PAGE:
Will green investments lead to green cities? An analysis of the potential of the new EU Taxonomy on sustainable finance for Urban Nature-Based Solutions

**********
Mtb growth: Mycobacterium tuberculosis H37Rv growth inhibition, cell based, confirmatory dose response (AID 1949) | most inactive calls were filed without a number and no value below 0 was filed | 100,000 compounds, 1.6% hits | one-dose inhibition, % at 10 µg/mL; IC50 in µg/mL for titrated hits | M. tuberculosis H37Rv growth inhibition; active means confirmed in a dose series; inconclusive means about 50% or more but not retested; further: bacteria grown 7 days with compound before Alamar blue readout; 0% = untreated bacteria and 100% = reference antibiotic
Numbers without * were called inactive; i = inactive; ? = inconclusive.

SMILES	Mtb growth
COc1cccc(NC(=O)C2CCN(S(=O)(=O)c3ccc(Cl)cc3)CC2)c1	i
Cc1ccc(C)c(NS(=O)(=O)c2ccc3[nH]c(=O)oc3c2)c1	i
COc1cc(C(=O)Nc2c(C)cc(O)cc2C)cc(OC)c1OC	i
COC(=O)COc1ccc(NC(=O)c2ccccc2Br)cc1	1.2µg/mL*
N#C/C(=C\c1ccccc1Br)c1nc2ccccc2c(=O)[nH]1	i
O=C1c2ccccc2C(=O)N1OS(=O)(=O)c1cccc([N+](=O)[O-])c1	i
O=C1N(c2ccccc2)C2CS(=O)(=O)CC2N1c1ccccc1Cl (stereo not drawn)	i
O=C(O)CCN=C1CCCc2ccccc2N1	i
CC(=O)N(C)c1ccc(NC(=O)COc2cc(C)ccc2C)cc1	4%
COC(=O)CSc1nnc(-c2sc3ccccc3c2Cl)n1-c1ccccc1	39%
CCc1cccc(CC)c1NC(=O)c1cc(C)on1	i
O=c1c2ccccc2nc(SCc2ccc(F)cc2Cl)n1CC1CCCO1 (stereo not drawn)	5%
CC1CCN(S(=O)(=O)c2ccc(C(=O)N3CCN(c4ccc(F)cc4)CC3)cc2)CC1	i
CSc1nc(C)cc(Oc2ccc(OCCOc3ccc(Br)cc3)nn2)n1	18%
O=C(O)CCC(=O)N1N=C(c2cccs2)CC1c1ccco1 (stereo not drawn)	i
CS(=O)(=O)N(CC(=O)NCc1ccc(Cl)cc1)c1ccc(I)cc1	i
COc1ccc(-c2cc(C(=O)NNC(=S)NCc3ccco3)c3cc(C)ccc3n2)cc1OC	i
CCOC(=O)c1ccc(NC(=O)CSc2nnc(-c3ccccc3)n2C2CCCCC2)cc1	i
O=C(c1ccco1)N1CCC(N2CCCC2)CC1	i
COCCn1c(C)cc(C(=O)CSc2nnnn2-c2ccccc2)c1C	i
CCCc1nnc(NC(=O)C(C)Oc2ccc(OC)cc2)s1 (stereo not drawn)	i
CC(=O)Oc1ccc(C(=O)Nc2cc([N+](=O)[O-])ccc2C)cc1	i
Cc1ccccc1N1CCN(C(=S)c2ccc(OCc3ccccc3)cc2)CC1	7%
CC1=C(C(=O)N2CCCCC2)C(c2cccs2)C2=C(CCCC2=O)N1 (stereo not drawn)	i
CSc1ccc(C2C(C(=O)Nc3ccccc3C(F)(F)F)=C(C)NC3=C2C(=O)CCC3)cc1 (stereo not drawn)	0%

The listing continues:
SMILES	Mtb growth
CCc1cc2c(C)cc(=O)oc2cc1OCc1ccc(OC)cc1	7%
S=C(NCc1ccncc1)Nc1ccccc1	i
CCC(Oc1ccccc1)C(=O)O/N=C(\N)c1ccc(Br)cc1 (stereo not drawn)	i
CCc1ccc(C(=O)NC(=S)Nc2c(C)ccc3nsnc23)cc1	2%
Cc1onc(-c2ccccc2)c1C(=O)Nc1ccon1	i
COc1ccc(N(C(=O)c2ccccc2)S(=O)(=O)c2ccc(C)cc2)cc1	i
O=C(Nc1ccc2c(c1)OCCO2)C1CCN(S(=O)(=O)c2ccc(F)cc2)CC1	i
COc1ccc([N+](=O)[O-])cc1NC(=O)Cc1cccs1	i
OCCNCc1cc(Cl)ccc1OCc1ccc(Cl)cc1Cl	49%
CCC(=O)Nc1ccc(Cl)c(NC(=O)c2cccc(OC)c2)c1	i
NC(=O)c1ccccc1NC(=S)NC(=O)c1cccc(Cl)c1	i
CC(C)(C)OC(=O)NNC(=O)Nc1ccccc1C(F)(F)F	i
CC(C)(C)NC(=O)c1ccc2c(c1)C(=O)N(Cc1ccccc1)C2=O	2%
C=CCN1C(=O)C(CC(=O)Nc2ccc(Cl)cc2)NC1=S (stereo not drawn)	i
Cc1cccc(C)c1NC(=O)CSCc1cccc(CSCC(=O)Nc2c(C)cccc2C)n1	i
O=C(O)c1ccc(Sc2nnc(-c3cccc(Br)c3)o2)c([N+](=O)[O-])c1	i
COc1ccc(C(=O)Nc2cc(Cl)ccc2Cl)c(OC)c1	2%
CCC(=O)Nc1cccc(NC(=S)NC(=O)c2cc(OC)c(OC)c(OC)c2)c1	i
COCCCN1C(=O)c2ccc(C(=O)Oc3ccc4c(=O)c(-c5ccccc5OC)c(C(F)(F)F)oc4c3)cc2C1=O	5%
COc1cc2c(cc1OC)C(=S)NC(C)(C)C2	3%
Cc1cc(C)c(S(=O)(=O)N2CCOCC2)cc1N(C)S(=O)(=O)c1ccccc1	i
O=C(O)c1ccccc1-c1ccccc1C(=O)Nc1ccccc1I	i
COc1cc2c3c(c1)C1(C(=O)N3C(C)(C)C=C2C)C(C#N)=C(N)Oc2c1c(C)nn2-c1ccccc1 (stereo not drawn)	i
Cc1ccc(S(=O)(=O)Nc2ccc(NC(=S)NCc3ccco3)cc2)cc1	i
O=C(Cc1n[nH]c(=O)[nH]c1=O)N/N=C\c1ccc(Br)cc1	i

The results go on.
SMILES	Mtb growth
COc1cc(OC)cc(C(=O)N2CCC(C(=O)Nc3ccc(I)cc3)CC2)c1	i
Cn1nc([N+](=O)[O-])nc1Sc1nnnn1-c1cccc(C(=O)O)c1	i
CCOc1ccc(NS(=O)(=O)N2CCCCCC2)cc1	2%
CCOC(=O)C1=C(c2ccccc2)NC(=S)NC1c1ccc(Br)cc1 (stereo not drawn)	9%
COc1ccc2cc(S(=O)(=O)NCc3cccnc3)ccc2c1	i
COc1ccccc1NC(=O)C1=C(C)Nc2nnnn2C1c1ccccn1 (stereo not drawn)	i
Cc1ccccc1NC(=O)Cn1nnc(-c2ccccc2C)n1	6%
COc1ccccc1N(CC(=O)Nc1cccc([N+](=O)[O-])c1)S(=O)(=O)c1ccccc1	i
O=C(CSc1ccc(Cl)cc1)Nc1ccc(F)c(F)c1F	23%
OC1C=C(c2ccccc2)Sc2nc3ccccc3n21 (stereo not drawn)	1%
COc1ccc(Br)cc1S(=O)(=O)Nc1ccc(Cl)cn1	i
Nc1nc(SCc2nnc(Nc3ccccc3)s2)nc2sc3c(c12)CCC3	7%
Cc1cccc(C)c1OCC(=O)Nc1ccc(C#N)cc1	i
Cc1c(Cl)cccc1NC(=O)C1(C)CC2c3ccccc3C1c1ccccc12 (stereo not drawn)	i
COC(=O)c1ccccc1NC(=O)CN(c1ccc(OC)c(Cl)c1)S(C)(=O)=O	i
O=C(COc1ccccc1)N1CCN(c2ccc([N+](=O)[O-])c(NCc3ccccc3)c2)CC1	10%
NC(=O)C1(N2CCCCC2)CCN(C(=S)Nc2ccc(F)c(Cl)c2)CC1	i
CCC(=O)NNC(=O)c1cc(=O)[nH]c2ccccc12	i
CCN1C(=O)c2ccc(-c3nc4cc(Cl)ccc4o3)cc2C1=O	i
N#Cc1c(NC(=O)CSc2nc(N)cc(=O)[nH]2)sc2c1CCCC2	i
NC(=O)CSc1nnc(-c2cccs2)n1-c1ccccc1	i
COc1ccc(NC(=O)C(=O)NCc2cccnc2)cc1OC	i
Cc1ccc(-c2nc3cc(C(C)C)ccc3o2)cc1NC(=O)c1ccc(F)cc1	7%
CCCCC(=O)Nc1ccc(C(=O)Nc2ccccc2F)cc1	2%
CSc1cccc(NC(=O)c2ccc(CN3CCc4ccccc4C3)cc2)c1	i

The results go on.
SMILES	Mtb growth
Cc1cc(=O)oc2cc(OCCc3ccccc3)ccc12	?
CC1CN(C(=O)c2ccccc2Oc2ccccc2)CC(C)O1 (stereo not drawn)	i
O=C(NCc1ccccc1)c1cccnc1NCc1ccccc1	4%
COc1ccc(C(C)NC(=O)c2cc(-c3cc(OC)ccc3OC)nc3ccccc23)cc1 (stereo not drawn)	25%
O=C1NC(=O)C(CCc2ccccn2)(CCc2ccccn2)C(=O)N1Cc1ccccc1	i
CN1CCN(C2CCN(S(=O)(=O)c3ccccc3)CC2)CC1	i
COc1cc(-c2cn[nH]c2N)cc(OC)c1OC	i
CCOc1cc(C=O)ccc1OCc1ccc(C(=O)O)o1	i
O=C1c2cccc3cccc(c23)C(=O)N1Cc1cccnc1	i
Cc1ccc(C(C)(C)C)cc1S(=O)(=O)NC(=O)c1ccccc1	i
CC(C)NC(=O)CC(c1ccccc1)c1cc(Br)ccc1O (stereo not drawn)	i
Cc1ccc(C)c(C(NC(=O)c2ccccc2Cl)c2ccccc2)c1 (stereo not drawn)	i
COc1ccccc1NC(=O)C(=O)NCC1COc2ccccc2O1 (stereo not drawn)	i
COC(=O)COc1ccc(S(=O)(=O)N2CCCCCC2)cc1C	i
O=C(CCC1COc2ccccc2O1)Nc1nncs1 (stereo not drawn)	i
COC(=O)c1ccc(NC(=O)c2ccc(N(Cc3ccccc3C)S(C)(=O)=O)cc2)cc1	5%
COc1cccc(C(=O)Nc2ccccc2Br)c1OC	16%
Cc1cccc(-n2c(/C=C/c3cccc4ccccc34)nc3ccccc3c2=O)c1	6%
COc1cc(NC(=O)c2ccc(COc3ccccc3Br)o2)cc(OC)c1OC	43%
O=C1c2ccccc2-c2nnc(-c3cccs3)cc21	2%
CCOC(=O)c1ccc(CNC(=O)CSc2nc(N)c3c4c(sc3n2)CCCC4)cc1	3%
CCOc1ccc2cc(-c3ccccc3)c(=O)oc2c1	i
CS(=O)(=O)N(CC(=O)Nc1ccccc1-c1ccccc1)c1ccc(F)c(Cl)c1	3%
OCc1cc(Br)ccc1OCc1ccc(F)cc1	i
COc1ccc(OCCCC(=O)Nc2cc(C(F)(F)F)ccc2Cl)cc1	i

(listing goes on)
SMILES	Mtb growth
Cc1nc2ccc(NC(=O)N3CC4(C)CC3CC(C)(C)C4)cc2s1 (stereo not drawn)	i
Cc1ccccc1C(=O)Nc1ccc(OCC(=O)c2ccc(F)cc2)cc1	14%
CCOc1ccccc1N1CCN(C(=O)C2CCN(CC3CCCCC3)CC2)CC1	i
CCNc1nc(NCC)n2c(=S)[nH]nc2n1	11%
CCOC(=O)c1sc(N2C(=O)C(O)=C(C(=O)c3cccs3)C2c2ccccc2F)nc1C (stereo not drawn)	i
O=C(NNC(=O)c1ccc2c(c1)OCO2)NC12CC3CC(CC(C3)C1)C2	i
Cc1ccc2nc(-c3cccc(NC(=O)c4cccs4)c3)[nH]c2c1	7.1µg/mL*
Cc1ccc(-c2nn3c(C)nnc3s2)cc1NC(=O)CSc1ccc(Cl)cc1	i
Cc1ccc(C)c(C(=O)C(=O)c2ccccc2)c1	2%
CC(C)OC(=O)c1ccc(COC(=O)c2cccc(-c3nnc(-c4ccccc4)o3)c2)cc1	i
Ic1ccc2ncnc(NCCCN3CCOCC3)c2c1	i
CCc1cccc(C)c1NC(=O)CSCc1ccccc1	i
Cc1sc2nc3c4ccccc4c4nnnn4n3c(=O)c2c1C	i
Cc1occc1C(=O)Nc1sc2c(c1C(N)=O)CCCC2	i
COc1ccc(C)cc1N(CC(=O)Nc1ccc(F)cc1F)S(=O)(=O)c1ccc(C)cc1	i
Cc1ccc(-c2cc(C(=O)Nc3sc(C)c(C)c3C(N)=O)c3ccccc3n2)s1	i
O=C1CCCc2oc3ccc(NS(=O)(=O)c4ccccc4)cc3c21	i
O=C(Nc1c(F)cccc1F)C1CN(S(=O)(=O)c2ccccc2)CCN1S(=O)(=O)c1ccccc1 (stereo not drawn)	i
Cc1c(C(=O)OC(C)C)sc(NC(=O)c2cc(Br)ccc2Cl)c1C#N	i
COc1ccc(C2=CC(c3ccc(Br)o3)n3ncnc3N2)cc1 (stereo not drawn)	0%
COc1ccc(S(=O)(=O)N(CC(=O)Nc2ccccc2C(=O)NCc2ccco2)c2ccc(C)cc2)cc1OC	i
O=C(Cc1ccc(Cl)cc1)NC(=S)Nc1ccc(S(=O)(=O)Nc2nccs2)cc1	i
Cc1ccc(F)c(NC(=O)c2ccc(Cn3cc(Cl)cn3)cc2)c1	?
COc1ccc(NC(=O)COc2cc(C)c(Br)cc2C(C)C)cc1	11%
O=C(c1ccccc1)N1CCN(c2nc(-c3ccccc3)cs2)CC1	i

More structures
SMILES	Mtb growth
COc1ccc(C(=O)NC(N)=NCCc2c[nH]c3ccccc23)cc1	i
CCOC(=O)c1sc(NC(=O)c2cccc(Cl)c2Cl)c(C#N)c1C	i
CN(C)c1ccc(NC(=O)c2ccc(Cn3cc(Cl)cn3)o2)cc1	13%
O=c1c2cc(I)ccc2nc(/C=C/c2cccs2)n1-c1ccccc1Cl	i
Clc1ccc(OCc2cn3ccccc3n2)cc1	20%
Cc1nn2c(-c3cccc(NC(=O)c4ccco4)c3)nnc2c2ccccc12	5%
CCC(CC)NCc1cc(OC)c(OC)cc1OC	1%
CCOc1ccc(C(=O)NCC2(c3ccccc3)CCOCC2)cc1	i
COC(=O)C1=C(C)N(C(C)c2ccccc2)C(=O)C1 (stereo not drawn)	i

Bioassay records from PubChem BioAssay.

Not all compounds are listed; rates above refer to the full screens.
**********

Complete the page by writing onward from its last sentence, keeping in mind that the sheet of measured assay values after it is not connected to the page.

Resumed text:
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The important role of cities for adaptation and mitigation to climate change is emphasized by academic research and international agreements. Future development of urban environments will define the quality of life for most human beings worldwide. An emerging practice to enhance sustainability in cities is to use the natural properties of ecosystems when planning urban spaces. Urban nature-based solutions, such as green roofs or city lagoons, have the potential to limit impacts of climate change, while also providing multiple other environmental, social, and economic benefits. Despite the numerous benefits, urban nature-based solutions struggle in securing long-term investments. The aim of this paper is to investigate the potential of the EU taxonomy on sustainable finance in tackling the challenges encountered in the financing of UNBS. The EU taxonomy is a new type of financial standard for sustainability developed in 2020. The rationale behind the taxonomy is that it will allow European investors to determine whether an economic activity is environmentally sustainable. Thus, the implementation of this new standard can be defined as a governance practice for sustainability. This research applies mixed methodologies to explore the governing modes of the EU taxonomy, the most relevant challenges for the investors, how different urban nature-based solutions are framed in the taxonomy, and the current investment patterns of different investors in European cities. On the one hand, this research highlights that the EU taxonomy holds potential for addressing several of the challenges encountered in the financing of UNBS. On the other hand, it emerges that the road to realizing this potential is still long. First, the urban dimension of sustainability needs to be further integrated into the financial standard. Second, the application of the ET to this sector depends on the actions of public stakeholders, who play a key role in UNBS financing. In the short term, the ET can provide a basis for investments in the protection of wetlands; green areas for centralized wastewater management, and external building greens (green walls, façades, and roofs), with the latter being particularly suitable for public-private partnership.